I did mention in one of my previous articles that I would return to the most iconic building in Girvan which is, of course, ‘Stumpy Tower’. I must be brief as the space allotted to me seems to get smaller every week.
The original Stumpy was built as a town jail and sited in the south-west corner of the market place.
It was a two-storey building with a thatched roof built in 1789, but that thatched roof was the problem, as it was easy for the prisoners to escape through.
Something more secure was required and it took them until around 1827 to construct a new town jail which, appropriately, took on the former jail’s name of Stumpy.
The new Stumpy, built at the other side of the market place from its predecessor, had three floors containing prison cells, with each cell having a hole in one corner where the prisoners could relieve themselves, the effluence draining into the river nearby.
No slopping out in Girvan’s prison. However, when using the toilet, the prisoners had to be careful that the prisoner in the cell above was not using it at the same time, as the hole serviced all the cells.
No thatched roof for this jail, as the top of the new stumpy was graced with a clock tower and a weather vane, which must have been proudly looked at by the good folk of the town, despite what it housed underneath.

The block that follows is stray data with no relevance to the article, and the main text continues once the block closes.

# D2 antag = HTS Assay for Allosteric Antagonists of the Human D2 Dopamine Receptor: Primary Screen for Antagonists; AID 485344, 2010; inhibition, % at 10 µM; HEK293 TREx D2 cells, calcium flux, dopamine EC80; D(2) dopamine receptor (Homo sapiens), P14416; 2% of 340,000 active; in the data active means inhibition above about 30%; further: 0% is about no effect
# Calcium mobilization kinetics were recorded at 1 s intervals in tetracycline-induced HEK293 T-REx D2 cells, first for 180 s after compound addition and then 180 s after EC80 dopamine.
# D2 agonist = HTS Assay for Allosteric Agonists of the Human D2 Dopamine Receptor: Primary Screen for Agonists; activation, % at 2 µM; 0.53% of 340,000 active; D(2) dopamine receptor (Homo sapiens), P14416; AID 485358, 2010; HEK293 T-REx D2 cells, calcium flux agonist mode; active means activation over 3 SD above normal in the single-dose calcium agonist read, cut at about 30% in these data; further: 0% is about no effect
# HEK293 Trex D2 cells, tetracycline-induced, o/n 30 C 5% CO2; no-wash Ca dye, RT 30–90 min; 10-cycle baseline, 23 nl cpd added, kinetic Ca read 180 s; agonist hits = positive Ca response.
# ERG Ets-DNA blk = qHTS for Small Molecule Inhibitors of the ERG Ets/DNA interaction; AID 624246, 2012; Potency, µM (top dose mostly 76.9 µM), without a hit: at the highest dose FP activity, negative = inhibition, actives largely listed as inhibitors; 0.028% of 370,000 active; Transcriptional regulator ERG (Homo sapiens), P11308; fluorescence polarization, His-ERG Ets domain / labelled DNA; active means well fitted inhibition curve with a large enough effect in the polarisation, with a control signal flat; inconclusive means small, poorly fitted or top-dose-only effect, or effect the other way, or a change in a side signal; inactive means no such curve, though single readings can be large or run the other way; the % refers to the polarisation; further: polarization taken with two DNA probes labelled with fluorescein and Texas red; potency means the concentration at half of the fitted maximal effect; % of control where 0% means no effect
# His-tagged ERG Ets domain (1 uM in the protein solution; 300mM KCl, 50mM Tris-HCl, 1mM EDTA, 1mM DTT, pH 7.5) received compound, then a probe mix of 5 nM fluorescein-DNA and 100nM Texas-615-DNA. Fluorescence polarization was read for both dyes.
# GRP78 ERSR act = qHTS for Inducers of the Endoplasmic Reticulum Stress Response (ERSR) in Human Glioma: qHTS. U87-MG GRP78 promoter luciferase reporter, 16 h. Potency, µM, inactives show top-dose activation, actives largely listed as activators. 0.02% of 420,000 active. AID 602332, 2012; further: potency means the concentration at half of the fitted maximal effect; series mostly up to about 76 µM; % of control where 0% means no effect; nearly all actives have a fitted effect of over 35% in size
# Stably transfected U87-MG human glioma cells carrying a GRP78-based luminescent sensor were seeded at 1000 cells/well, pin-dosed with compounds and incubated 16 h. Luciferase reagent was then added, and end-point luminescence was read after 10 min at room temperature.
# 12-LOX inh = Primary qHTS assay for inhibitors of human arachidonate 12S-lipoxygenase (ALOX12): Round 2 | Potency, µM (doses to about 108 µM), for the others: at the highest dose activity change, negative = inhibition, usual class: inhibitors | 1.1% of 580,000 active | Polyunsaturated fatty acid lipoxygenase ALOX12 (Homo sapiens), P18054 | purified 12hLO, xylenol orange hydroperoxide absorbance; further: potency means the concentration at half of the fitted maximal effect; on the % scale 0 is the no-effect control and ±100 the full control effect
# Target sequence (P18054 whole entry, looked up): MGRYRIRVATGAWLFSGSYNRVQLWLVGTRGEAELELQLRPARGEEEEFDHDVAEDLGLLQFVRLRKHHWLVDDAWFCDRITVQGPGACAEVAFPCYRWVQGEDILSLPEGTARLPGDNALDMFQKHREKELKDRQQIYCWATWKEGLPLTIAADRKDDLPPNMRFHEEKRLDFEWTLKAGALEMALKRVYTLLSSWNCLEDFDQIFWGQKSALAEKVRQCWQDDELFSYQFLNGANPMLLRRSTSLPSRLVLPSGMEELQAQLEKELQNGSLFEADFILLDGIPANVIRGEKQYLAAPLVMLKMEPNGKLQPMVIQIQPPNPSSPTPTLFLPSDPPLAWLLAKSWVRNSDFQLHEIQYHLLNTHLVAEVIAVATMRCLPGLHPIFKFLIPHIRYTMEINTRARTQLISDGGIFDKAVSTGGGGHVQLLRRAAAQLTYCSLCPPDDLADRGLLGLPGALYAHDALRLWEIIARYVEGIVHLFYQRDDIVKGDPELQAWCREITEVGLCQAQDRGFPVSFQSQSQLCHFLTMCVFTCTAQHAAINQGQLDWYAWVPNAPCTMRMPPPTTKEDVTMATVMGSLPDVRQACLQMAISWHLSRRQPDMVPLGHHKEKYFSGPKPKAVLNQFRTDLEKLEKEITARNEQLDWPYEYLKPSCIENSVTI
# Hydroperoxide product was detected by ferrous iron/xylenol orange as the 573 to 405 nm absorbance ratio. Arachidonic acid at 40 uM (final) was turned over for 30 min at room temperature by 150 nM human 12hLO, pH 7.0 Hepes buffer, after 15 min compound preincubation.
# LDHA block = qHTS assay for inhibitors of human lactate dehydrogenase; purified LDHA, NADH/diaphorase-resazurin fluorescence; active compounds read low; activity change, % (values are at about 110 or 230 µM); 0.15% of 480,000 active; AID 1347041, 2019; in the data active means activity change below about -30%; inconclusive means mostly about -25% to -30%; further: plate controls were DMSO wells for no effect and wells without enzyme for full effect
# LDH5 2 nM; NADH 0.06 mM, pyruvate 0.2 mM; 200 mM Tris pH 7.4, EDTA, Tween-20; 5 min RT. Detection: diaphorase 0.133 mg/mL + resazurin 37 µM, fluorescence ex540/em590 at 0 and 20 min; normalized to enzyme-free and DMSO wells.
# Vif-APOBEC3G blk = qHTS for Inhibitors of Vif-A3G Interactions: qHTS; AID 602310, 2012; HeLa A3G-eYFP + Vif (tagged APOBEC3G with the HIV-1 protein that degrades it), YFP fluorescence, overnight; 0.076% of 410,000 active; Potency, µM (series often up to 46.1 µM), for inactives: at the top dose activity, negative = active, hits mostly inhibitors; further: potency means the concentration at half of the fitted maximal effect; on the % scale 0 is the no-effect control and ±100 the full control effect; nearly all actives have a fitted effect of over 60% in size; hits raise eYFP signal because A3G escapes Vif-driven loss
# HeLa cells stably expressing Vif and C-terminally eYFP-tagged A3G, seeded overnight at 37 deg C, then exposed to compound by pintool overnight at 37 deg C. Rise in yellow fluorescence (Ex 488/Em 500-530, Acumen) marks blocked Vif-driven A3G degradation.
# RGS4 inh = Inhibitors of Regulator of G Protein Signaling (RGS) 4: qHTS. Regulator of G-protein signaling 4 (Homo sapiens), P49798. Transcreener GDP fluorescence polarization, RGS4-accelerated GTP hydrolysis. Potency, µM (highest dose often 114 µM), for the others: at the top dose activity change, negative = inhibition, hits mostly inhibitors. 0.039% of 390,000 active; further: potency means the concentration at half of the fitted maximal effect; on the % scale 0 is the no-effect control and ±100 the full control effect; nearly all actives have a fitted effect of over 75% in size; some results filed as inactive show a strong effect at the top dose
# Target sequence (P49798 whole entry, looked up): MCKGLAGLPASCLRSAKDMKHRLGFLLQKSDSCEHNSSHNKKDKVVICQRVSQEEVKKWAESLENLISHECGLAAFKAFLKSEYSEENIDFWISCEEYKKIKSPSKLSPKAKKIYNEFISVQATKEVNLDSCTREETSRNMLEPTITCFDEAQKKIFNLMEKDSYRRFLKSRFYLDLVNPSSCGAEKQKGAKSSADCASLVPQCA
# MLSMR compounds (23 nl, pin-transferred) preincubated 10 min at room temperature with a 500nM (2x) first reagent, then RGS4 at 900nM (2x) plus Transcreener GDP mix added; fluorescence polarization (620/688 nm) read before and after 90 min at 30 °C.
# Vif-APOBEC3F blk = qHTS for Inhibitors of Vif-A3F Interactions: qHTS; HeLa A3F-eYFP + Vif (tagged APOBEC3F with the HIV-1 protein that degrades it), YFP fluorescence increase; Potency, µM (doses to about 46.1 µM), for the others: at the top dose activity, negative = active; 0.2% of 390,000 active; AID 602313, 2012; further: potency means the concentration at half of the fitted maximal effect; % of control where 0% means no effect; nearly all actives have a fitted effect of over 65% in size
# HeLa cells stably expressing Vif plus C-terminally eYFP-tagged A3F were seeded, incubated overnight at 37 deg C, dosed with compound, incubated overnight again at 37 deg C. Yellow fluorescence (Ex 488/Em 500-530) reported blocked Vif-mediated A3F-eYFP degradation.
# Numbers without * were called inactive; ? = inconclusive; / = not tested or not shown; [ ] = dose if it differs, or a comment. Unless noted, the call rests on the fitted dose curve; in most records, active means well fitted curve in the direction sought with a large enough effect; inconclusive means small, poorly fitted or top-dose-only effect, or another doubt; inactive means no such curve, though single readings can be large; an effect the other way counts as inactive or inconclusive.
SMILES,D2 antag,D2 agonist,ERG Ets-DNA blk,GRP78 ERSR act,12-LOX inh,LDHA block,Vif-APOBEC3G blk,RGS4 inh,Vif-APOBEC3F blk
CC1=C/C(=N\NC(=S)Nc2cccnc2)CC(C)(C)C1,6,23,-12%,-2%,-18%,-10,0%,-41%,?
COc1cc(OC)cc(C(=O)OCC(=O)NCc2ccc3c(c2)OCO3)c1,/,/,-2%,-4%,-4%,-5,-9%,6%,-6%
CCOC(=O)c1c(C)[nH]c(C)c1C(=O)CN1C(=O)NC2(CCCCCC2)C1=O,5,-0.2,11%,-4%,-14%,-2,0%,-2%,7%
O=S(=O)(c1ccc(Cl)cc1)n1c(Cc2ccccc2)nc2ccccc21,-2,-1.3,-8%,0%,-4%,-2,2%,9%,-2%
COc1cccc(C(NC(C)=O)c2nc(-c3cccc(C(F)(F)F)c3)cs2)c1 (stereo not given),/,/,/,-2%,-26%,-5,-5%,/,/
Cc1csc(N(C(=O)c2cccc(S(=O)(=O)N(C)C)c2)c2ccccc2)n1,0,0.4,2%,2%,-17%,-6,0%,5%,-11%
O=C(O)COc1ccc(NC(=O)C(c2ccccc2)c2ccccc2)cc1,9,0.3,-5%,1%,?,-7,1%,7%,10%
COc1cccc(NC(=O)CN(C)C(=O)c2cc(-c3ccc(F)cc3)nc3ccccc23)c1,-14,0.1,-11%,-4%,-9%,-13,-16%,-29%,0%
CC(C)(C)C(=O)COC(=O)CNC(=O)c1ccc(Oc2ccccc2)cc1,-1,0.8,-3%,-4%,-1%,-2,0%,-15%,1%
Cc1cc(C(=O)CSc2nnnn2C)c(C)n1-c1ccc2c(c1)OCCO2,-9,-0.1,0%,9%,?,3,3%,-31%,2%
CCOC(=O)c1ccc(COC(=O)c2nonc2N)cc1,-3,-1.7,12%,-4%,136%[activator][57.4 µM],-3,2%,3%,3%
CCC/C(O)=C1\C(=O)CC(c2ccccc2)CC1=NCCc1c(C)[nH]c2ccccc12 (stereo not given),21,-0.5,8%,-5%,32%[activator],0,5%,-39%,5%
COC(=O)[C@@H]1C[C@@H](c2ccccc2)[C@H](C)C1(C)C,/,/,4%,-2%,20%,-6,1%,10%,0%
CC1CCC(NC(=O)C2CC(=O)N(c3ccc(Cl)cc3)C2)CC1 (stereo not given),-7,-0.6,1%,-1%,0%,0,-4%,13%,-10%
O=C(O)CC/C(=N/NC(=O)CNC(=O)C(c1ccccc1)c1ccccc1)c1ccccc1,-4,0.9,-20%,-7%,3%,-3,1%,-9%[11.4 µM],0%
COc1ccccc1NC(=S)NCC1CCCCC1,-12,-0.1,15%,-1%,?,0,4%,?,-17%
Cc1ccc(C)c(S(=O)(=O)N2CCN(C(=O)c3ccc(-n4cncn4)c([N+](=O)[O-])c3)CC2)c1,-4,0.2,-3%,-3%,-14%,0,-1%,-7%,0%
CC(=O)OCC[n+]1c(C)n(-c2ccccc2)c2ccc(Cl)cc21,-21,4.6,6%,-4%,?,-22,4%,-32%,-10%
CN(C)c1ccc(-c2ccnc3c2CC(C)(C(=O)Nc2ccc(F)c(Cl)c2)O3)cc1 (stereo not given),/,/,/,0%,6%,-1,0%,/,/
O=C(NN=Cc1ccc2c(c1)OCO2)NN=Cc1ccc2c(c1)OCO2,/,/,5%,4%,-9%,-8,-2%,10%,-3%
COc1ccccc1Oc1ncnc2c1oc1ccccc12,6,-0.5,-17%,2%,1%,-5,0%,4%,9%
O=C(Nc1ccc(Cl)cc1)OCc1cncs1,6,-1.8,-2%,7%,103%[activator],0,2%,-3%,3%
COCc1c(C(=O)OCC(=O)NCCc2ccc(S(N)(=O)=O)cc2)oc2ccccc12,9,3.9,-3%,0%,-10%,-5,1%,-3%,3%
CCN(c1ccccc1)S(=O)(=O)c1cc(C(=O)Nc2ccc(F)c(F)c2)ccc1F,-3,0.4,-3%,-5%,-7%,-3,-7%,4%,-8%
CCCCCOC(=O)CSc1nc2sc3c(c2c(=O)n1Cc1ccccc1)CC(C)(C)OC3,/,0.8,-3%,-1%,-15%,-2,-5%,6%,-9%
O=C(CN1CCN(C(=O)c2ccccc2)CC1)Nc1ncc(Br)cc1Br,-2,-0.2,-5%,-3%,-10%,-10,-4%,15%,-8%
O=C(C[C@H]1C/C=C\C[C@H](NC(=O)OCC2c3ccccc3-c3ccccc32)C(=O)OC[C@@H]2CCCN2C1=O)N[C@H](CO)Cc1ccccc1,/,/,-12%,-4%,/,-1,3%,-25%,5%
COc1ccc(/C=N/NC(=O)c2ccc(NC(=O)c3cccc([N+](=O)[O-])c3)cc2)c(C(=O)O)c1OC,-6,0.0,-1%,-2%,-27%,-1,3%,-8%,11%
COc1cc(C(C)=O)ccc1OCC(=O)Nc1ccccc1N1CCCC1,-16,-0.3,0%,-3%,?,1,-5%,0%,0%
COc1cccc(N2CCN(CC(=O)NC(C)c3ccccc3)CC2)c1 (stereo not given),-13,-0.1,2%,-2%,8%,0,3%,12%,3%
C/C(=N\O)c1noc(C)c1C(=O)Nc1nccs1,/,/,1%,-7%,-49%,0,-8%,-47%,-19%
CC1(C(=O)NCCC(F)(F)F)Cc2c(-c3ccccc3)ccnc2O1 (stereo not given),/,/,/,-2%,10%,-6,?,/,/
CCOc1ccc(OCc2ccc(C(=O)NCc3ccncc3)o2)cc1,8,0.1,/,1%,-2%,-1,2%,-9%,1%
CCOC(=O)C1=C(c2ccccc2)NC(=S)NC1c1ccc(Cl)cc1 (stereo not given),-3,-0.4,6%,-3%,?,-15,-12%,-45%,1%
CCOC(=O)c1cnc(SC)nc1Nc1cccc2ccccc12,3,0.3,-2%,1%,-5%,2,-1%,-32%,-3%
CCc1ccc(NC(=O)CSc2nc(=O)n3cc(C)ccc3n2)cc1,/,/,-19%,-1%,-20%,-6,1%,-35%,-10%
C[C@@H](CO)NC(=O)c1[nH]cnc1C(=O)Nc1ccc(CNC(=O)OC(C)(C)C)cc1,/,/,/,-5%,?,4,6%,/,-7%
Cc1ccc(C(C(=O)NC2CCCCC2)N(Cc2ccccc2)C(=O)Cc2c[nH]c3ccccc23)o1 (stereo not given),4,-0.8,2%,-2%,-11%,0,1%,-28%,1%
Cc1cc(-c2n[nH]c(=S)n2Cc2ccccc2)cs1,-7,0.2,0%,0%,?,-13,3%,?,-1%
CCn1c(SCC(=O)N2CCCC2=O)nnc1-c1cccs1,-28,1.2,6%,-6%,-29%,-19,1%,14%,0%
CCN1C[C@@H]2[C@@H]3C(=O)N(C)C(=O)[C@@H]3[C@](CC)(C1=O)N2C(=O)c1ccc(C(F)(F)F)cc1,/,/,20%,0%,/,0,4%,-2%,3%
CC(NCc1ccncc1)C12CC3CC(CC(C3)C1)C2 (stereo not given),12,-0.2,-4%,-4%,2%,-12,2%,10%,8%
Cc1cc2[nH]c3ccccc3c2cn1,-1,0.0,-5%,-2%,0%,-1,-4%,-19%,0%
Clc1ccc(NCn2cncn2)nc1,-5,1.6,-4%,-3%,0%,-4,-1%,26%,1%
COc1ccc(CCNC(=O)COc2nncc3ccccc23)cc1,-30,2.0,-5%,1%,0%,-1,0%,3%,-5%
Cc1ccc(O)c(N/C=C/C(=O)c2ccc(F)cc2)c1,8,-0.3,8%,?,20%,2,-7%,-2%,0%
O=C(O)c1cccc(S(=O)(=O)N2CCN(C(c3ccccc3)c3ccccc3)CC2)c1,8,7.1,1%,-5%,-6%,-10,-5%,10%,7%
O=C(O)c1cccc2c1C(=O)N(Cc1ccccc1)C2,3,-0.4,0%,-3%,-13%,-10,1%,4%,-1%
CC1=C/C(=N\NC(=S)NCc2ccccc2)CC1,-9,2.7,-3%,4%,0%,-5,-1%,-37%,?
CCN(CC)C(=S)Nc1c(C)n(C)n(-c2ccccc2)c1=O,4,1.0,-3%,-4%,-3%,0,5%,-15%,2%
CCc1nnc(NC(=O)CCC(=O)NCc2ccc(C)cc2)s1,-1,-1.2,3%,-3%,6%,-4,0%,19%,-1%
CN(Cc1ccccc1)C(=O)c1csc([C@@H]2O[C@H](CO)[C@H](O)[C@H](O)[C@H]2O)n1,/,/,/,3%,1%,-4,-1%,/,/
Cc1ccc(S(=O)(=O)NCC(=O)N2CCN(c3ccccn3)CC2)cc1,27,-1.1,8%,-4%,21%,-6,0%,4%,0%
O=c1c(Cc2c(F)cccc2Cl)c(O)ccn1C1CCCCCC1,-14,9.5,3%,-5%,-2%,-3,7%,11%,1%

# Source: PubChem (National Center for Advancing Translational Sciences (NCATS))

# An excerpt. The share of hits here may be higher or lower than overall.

The building was built at the junction of Knockcushion Street and Dalrymple Street, which, with the town hall and other properties built between 1825 and 1827, enclosed the town’s market place.
In 1908, the town hall and other properties were demolished and the McMaster Hall built, encompassing the whole area including the market place and incorporating Stumpy.
However, by that time, Stumpy was no longer the town jail as a new jail and police station had been built in what is now Chalmers Arcade car park.
I can remember seeing the old jail and police station before they were demolished for the car park.
The McMaster Hall is a tale worthy of itself, as it was a very fine building way ahead of its time, including many function rooms available to the people of the town.
The building was unfortunately destroyed in a fire in 1939 with the site cleared in the 1950s to leave Stumpy Tower proudly standing on its own.
Another wee tale which many must be aware of but nonetheless worthy of repetition.
See you next week.